The main and most obvious sign that this may come from Sony, leading the last generation of consoles with the PS2. Sony Computer Entertainment is the name of their video game department. This may have something to do with the fact that Sony used publish games for the PC, but they never changed the name of the division. Even when the PS3 and the PSP were their primary focus. There is a pattern with Sony’s development of new video game consoles. They go from simple CD based software, to evolving the video game console into a multimedia machine capable of playing Movies, limited web browsing, MP3 and video store as well as a virtual game store. With the Ps3’s massive size, it resembles a current generation PC. It can even run Linux, like a PC! Ken Kutaragi wasn’t not lying when they called the Play Station 2 a “computer” a few years back; the PS2 could play movies, music and other things that consoles were never even thought of being capable of doing years ago.
The consoles that Sony and Microsoft have developed today, when it really boils down to it, are just closed PCs. This means that it’s much harder to bring change to these consoles, and as stated before, PC holds the performance advantage here—in the future, current consoles will have a harder time attracting customers for this reason. In fact, it has already proven hard for console-makers to recover the original investment they made in the consoles that they are currently selling. As costs are being projected for a new generation of consoles, there’s a real chance that Sony and Microsoft will take the SEGA route: on top of the market one day, nowhere to be found the next. The bottom line is that PCs can always be upgraded if need be, while consoles cannot, which seems to me the pivotal difference and the reason PCs will prevail.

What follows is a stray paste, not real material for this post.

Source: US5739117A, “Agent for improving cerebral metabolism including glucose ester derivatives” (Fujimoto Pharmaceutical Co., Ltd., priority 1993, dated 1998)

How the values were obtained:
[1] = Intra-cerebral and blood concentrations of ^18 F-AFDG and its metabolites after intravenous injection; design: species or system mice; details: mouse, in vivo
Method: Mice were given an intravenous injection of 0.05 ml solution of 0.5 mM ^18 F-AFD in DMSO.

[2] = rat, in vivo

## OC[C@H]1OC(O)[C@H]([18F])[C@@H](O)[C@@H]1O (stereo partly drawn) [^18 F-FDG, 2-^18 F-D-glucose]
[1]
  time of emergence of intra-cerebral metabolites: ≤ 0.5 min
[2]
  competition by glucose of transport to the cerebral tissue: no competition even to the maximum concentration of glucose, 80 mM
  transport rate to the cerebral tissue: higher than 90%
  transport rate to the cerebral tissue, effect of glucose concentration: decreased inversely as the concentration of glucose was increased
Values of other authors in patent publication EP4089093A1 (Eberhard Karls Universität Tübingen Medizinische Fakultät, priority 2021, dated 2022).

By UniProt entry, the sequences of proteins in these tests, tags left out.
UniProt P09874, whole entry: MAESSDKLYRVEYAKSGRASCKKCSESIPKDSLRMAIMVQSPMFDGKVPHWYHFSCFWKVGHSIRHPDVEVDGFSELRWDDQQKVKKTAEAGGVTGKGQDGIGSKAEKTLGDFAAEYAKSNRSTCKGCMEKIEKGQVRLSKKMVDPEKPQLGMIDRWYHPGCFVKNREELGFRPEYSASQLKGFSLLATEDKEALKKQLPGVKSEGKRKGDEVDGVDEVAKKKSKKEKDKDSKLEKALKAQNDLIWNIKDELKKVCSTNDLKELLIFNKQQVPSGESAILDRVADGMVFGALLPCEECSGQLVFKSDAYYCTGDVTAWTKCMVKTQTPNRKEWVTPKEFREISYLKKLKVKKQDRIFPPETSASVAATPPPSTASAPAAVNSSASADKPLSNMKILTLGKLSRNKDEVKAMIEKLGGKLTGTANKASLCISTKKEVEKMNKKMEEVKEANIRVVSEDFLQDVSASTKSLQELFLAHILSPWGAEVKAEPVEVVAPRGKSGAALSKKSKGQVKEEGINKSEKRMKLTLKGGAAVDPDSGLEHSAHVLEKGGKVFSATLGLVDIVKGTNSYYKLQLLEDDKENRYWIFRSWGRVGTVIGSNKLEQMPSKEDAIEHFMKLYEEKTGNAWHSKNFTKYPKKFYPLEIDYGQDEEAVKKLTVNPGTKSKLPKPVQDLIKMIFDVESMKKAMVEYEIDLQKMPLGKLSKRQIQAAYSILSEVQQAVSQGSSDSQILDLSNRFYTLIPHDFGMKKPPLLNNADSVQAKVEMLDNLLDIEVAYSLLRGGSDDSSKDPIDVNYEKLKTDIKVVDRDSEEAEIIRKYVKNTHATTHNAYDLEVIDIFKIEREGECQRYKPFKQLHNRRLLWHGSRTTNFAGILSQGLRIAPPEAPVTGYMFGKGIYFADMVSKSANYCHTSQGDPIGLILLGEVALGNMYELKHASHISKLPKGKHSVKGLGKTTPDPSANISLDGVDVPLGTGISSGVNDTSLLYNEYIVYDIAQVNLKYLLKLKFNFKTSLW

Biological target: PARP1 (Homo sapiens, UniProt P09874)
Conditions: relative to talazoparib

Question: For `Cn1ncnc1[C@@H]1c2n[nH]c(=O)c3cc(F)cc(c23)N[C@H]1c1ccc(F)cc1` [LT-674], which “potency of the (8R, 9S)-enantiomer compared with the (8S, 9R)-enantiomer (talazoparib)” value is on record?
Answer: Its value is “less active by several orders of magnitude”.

Such a huge change in gaming arises many questions about how everything would work out, and the following are very important and interesting points for one to consider when taking this hypothetical console-less world into full perspective. Without Sony, Microsoft and Nintendo as the top-three competitors, the competition factor remains ambiguous. One may entertain the idea of gaming without the restraint of only owning one console—all games made would be playable on your own computer, no matter what. However, the reality of competition persists, and it looks to me that the potential competitors would be PC and MAC. This leads us into the arena of operating systems. Games could either be produced using the same OS or be limited to a single platform, but that remains to be seen.
Logistically, the distribution of games could be problematic. One would wonder how games might be distributed in the future—it’s possible that computers no longer use CDs. It is possible that all programs and games will be downloaded digitally via platforms such as Steam and EA’s Origin Store. It is foreseeable that there could be an entirely new form of program storage that is completely unheard of to gamers now. Along the lines of distributing, questions arise about what will become of the issue that is already present today: piracy. A rise in PC gaming would force publishers to crack down in some fashion to prevent video game piracy. It is obviously a huge problem today, and one could only imagine it getting worse in this situation. Perhaps this could be avoided if the games are not downloaded to the hard drive (and subsequently “ripped”) like they are today, but rather the games could be stored on a CD/Memory card/new form of storage that cannot have data “ripped” from it. All these questions may seem overwhelming, but they are not as far away and impossible as they seem.
In conclusion, the video game industry is such a quickly progressing industry and change is not far down the road. Ultimately, the most successful consoles of today are modeling after PC with their multimedia machines, running on more advanced operating systems and adding countless features, while the console as a whole remains unusable for anything but gaming. In 10 years, game consoles will be obsolete, for PCs will have proven a more efficient and accessible platform for all games. Powerful PC hardware will be produced in mass if the video game console is extinct and everyone is buying PCs for gaming and all other functions.